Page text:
Read To Succeed: Changing the Landscape of Literacy Education in South Carolina

Kids reading with Teacher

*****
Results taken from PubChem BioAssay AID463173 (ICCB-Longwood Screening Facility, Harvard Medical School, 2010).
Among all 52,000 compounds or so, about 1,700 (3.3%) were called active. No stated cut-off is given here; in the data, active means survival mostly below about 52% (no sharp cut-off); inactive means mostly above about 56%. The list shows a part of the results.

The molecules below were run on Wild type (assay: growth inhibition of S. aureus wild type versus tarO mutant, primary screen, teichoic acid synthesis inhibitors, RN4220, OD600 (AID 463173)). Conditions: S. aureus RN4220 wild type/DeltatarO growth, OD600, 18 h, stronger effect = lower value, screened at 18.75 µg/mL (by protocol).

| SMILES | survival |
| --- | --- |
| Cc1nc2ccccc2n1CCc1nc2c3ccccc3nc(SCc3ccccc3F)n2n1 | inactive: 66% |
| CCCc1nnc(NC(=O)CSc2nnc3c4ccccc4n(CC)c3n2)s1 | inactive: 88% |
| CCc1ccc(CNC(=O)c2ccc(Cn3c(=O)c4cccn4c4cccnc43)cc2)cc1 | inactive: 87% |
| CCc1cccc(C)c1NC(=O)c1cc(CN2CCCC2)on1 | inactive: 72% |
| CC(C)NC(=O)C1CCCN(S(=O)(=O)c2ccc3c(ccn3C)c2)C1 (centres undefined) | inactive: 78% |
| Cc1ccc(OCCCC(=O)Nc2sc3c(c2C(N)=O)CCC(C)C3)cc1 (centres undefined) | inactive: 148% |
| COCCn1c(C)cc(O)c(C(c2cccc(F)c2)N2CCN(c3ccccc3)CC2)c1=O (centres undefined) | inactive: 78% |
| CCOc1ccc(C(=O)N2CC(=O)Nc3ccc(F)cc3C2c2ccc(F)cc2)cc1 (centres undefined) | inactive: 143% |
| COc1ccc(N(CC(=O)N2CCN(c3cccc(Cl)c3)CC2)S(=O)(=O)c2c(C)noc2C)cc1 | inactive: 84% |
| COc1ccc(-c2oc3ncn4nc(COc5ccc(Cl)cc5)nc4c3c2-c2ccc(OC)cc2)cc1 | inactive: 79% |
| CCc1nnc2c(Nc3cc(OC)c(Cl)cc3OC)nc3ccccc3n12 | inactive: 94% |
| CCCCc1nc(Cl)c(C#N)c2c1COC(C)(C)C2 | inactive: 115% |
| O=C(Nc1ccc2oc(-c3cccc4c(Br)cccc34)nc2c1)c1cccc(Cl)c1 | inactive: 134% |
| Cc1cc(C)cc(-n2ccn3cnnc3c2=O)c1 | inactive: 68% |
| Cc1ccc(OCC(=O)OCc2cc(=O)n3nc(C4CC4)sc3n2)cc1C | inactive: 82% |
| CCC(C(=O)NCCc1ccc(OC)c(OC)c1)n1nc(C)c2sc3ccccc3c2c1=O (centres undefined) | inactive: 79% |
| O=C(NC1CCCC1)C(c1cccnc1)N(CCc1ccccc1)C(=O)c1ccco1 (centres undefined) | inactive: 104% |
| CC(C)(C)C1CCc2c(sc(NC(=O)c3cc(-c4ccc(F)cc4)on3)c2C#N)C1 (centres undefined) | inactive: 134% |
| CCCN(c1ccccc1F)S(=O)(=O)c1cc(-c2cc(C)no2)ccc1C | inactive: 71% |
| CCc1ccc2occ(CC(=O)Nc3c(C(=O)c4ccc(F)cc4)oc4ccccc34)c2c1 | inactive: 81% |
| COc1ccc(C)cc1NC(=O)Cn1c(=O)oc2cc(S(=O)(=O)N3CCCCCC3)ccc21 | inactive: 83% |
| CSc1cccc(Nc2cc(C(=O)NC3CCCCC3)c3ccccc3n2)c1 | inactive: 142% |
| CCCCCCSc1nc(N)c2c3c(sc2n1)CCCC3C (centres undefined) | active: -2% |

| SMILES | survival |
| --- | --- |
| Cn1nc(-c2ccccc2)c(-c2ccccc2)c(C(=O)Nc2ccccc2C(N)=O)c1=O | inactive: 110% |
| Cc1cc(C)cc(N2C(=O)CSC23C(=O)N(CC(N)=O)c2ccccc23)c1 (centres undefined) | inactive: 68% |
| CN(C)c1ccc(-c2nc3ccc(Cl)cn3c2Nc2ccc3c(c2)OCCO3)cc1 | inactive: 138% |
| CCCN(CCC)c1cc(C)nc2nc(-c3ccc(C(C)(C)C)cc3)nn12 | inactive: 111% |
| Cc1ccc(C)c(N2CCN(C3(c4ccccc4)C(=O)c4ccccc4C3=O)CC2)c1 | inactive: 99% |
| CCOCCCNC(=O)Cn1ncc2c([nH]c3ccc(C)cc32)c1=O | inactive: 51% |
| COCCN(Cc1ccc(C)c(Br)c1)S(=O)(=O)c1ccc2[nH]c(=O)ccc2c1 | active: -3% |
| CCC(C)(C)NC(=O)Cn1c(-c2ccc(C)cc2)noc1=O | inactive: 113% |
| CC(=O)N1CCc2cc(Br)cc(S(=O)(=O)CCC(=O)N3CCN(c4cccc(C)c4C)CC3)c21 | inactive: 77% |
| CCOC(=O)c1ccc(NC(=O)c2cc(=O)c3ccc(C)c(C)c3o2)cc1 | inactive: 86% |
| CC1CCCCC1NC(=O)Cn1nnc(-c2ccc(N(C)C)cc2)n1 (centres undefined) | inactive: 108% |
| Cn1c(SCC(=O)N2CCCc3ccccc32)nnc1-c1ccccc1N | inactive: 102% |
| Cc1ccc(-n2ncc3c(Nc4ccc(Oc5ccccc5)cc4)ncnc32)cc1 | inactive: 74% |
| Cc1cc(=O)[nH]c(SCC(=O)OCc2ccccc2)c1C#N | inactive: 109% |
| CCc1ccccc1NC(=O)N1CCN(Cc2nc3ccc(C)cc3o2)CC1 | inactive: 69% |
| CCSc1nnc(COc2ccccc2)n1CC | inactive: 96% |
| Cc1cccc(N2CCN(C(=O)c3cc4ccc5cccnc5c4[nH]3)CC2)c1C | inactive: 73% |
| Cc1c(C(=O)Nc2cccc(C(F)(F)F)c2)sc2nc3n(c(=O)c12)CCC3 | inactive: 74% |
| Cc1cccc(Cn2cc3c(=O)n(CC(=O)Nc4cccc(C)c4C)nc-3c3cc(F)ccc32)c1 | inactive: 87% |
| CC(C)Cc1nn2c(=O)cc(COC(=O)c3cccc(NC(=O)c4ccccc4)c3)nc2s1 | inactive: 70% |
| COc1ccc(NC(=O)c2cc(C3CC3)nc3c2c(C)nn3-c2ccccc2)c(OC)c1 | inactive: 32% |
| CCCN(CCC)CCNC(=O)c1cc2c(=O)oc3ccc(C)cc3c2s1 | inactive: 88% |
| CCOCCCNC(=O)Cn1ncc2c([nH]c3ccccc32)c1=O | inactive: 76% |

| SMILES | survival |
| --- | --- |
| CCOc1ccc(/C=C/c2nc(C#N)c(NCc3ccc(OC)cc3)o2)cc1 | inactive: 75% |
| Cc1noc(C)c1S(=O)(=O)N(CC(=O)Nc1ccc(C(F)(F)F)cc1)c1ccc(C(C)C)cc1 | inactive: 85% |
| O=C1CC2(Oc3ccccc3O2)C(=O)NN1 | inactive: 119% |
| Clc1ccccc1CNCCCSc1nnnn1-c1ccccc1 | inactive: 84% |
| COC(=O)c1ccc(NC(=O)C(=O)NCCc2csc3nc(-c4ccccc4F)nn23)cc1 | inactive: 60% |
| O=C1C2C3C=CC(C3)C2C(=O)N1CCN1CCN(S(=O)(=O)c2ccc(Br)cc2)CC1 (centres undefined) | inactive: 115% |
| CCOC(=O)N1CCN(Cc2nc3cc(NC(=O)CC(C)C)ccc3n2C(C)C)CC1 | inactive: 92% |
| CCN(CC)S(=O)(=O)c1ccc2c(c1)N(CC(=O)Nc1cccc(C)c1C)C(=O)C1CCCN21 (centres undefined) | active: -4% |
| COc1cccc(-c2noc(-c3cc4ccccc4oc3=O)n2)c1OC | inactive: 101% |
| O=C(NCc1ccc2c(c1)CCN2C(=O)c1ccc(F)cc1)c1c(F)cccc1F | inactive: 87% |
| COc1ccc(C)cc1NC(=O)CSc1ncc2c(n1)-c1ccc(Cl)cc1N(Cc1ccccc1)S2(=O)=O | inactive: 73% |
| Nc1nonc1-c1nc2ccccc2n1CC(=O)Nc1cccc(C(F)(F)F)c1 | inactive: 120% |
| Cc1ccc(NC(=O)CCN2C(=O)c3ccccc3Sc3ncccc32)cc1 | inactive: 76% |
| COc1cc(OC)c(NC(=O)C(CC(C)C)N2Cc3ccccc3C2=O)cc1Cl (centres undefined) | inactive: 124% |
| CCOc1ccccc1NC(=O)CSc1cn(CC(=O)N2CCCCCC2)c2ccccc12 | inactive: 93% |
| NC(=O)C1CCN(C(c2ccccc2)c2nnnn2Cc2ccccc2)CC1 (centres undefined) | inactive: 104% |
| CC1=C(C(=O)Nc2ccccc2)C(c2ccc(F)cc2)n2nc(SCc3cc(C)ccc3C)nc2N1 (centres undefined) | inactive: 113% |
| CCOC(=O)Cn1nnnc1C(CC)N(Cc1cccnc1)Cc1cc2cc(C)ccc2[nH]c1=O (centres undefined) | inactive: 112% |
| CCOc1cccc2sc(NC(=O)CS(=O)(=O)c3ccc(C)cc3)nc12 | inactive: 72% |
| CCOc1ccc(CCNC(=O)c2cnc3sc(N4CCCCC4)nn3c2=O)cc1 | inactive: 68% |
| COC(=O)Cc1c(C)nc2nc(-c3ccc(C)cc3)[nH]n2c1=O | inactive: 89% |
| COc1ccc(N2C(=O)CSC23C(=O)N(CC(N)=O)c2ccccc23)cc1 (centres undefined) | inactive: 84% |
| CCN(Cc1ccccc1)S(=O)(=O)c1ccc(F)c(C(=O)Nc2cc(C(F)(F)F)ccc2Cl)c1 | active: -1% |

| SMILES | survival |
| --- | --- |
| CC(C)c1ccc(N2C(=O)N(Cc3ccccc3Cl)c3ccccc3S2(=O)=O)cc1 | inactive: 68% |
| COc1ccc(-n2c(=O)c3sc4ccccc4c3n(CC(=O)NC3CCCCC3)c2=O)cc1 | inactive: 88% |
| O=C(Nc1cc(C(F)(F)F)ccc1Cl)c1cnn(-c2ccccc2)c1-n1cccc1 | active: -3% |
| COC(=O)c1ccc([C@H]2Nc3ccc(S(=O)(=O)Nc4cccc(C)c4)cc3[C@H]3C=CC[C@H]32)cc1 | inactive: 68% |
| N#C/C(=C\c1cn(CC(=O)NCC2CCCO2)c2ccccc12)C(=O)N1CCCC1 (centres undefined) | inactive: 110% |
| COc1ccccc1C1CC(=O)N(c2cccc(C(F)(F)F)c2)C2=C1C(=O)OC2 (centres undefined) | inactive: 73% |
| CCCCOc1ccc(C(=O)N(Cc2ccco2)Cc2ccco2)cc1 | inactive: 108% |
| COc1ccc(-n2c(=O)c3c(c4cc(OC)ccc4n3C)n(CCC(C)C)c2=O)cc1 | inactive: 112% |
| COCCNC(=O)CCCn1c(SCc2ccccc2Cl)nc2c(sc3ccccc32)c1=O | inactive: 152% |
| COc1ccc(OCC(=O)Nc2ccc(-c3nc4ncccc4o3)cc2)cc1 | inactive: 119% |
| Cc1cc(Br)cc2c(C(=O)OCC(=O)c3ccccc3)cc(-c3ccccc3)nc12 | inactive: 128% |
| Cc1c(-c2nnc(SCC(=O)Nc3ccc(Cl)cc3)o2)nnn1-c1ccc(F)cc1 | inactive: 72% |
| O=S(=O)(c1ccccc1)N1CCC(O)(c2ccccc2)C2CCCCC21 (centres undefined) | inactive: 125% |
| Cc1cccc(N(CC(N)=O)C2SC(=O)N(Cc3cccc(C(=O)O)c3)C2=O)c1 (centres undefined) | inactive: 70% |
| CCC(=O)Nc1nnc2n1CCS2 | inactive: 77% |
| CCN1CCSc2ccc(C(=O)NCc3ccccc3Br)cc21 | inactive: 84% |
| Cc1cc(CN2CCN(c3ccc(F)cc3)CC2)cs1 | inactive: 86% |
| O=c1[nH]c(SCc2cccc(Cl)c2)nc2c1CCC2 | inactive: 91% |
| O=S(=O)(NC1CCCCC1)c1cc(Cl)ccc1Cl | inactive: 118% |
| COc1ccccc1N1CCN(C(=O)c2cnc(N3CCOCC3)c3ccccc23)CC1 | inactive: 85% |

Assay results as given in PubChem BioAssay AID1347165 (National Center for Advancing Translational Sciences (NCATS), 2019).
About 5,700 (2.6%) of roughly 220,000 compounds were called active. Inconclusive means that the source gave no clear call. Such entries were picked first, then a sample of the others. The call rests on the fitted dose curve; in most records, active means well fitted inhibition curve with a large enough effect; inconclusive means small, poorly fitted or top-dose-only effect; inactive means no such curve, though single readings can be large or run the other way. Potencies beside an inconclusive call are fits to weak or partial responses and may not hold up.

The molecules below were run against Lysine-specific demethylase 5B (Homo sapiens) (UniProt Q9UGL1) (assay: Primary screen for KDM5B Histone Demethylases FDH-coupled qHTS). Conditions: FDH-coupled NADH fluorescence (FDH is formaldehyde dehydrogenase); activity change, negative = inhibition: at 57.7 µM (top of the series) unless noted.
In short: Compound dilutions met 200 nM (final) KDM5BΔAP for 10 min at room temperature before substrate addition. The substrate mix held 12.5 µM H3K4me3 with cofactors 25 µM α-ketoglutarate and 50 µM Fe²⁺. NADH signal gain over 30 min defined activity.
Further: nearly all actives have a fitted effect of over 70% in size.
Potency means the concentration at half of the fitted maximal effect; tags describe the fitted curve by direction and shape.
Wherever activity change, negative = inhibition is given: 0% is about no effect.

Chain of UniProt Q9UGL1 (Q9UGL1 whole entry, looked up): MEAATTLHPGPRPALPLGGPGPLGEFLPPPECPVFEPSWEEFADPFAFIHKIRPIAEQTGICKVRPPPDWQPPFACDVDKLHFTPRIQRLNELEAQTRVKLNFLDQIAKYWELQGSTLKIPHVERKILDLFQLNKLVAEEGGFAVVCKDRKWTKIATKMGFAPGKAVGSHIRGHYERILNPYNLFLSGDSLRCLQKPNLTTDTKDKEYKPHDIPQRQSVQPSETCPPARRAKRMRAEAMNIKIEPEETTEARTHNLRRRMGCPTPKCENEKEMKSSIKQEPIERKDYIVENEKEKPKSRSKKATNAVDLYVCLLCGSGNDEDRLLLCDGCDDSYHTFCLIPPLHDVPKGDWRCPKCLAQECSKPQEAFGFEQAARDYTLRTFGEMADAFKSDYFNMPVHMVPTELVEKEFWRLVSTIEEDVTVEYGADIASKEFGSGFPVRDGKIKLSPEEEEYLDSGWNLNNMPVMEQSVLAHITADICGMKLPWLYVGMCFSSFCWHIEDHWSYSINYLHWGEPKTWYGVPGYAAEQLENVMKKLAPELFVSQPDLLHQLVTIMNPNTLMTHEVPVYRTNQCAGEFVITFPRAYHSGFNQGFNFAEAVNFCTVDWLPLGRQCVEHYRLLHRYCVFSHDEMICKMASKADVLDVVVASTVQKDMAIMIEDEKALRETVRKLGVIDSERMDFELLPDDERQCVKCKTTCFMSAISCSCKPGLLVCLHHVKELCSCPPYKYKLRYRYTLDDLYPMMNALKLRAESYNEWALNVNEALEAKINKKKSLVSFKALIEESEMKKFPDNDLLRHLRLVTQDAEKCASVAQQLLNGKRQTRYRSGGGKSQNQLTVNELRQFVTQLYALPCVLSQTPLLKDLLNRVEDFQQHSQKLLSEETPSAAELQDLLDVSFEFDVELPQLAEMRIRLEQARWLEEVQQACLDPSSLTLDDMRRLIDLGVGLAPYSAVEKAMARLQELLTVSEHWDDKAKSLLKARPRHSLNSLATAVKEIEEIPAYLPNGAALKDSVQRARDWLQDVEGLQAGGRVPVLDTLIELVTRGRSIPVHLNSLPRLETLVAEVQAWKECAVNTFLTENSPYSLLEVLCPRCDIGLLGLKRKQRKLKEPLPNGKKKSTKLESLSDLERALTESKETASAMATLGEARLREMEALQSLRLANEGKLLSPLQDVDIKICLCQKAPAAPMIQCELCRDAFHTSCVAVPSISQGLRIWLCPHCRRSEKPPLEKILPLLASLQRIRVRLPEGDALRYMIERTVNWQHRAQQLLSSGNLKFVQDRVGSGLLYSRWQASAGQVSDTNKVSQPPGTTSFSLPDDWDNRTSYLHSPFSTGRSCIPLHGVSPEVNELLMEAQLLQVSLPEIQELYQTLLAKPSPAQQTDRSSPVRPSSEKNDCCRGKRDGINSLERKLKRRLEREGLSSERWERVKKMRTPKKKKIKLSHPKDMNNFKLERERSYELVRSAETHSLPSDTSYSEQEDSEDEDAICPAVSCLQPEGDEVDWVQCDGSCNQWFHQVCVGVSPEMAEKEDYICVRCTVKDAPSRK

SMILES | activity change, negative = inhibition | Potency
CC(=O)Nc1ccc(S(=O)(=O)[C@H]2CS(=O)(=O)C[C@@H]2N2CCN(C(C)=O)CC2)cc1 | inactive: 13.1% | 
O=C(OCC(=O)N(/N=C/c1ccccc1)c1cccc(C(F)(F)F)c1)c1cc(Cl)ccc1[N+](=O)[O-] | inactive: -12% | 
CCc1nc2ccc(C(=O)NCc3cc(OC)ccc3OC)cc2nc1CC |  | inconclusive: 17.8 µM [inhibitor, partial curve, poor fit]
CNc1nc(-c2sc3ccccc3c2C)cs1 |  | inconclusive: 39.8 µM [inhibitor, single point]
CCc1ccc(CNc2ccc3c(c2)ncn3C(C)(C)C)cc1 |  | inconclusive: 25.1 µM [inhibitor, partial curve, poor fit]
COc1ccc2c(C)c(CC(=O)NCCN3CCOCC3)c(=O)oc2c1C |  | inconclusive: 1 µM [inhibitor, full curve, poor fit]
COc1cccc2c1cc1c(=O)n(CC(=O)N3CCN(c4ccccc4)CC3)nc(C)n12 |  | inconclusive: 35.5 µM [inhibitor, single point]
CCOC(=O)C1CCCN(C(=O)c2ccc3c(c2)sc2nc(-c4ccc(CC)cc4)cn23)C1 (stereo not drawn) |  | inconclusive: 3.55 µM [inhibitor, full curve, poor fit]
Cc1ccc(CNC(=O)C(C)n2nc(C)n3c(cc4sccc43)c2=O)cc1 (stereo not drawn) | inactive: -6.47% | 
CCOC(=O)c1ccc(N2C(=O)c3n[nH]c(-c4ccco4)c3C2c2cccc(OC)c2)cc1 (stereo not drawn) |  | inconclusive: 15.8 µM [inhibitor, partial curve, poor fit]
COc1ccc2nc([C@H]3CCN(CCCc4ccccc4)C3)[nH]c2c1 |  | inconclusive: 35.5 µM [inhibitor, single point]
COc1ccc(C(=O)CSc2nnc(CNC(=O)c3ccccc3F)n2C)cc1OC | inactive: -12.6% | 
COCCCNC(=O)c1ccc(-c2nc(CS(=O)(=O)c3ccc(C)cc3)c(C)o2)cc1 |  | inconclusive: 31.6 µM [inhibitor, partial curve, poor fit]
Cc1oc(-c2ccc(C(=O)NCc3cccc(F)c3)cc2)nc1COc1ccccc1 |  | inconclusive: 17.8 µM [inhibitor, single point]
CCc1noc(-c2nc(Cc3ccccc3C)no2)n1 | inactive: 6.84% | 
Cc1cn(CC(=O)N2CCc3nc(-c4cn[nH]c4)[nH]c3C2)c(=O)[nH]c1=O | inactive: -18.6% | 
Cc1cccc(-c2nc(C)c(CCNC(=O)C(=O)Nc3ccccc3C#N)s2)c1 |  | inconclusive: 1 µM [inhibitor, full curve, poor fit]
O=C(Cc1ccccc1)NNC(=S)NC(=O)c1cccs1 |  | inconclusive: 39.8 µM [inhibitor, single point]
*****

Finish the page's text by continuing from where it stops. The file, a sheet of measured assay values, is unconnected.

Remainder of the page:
Literacy – the ability to comprehend, create, and communicate the meaning of written or printed materials – is a critical component of human social interaction and economic life. A skill that typically emerges during early childhood, literacy has an overall impact on student learning – influencing how knowledge is acquired, and how information is analyzed. Children who struggle with acquiring literacy can become frustrated and detached from the learning experience, and frequently exhibit a progressive decline in academic achievement. Research has demonstrated that students who do not develop reading proficiency by the third grade will not only continue to struggle academically, but will be less likely to graduate high school. An examination of this research has led a majority of U.S. states to develop literacy education policies focusing on evidence-based literacy instruction and early intervention. In 2014, the State of South Carolina passed a comprehensive literacy mandate, aiming to address state-wide deficits in academic achievement. With a particular focus on third-grade reading proficiency, Act 284 (Read to Succeed) offered a systemic framework for teacher preparation, student instruction and early invention: affording South Carolina students the opportunity to attain the literacy skills necessary for academic and professional accomplishment.